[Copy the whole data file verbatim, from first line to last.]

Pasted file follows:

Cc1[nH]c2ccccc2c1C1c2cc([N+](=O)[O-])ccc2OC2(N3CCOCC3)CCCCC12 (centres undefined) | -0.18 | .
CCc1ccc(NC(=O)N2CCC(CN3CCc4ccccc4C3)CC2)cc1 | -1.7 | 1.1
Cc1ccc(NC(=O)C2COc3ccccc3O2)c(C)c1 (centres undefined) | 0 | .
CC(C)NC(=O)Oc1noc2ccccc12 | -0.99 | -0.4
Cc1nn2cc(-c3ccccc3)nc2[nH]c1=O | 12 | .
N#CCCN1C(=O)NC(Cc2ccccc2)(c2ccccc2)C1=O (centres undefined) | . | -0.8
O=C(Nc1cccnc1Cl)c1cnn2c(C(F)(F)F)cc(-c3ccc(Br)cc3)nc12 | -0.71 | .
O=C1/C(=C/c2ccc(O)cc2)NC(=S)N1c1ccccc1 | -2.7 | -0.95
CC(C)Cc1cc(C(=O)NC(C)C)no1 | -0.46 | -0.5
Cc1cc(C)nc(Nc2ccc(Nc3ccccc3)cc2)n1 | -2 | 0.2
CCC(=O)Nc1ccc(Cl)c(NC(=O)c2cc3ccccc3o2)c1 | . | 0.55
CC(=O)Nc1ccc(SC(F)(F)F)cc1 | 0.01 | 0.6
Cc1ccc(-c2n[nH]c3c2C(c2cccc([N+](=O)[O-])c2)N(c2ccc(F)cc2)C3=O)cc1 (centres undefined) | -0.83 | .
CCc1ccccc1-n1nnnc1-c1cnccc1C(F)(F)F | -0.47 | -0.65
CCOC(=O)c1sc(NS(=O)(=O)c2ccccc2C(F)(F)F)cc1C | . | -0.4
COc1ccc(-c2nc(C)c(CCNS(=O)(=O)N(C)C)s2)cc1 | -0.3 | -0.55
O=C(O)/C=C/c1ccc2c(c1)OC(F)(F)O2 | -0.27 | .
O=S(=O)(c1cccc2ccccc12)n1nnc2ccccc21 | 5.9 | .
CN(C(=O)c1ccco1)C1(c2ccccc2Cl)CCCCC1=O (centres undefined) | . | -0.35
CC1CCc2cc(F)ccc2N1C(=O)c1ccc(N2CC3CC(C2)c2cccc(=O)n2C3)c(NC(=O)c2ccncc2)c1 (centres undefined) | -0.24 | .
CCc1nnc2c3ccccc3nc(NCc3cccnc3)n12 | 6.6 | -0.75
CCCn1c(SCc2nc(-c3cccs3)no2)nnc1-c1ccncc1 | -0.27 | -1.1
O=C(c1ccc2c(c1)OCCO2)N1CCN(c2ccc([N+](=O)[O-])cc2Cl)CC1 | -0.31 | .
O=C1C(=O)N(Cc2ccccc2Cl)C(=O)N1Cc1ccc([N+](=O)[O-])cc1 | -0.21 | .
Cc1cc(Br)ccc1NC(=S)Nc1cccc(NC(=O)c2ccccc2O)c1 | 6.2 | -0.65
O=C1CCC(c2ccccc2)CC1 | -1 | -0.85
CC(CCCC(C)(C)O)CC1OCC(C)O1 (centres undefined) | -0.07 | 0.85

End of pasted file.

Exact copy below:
Cc1[nH]c2ccccc2c1C1c2cc([N+](=O)[O-])ccc2OC2(N3CCOCC3)CCCCC12 (centres undefined) | -0.18 | .
CCc1ccc(NC(=O)N2CCC(CN3CCc4ccccc4C3)CC2)cc1 | -1.7 | 1.1
Cc1ccc(NC(=O)C2COc3ccccc3O2)c(C)c1 (centres undefined) | 0 | .
CC(C)NC(=O)Oc1noc2ccccc12 | -0.99 | -0.4
Cc1nn2cc(-c3ccccc3)nc2[nH]c1=O | 12 | .
N#CCCN1C(=O)NC(Cc2ccccc2)(c2ccccc2)C1=O (centres undefined) | . | -0.8
O=C(Nc1cccnc1Cl)c1cnn2c(C(F)(F)F)cc(-c3ccc(Br)cc3)nc12 | -0.71 | .
O=C1/C(=C/c2ccc(O)cc2)NC(=S)N1c1ccccc1 | -2.7 | -0.95
CC(C)Cc1cc(C(=O)NC(C)C)no1 | -0.46 | -0.5
Cc1cc(C)nc(Nc2ccc(Nc3ccccc3)cc2)n1 | -2 | 0.2
CCC(=O)Nc1ccc(Cl)c(NC(=O)c2cc3ccccc3o2)c1 | . | 0.55
CC(=O)Nc1ccc(SC(F)(F)F)cc1 | 0.01 | 0.6
Cc1ccc(-c2n[nH]c3c2C(c2cccc([N+](=O)[O-])c2)N(c2ccc(F)cc2)C3=O)cc1 (centres undefined) | -0.83 | .
CCc1ccccc1-n1nnnc1-c1cnccc1C(F)(F)F | -0.47 | -0.65
CCOC(=O)c1sc(NS(=O)(=O)c2ccccc2C(F)(F)F)cc1C | . | -0.4
COc1ccc(-c2nc(C)c(CCNS(=O)(=O)N(C)C)s2)cc1 | -0.3 | -0.55
O=C(O)/C=C/c1ccc2c(c1)OC(F)(F)O2 | -0.27 | .
O=S(=O)(c1cccc2ccccc12)n1nnc2ccccc21 | 5.9 | .
CN(C(=O)c1ccco1)C1(c2ccccc2Cl)CCCCC1=O (centres undefined) | . | -0.35
CC1CCc2cc(F)ccc2N1C(=O)c1ccc(N2CC3CC(C2)c2cccc(=O)n2C3)c(NC(=O)c2ccncc2)c1 (centres undefined) | -0.24 | .
CCc1nnc2c3ccccc3nc(NCc3cccnc3)n12 | 6.6 | -0.75
CCCn1c(SCc2nc(-c3cccs3)no2)nnc1-c1ccncc1 | -0.27 | -1.1
O=C(c1ccc2c(c1)OCCO2)N1CCN(c2ccc([N+](=O)[O-])cc2Cl)CC1 | -0.31 | .
O=C1C(=O)N(Cc2ccccc2Cl)C(=O)N1Cc1ccc([N+](=O)[O-])cc1 | -0.21 | .
Cc1cc(Br)ccc1NC(=S)Nc1cccc(NC(=O)c2ccccc2O)c1 | 6.2 | -0.65
O=C1CCC(c2ccccc2)CC1 | -1 | -0.85
CC(CCCC(C)(C)O)CC1OCC(C)O1 (centres undefined) | -0.07 | 0.85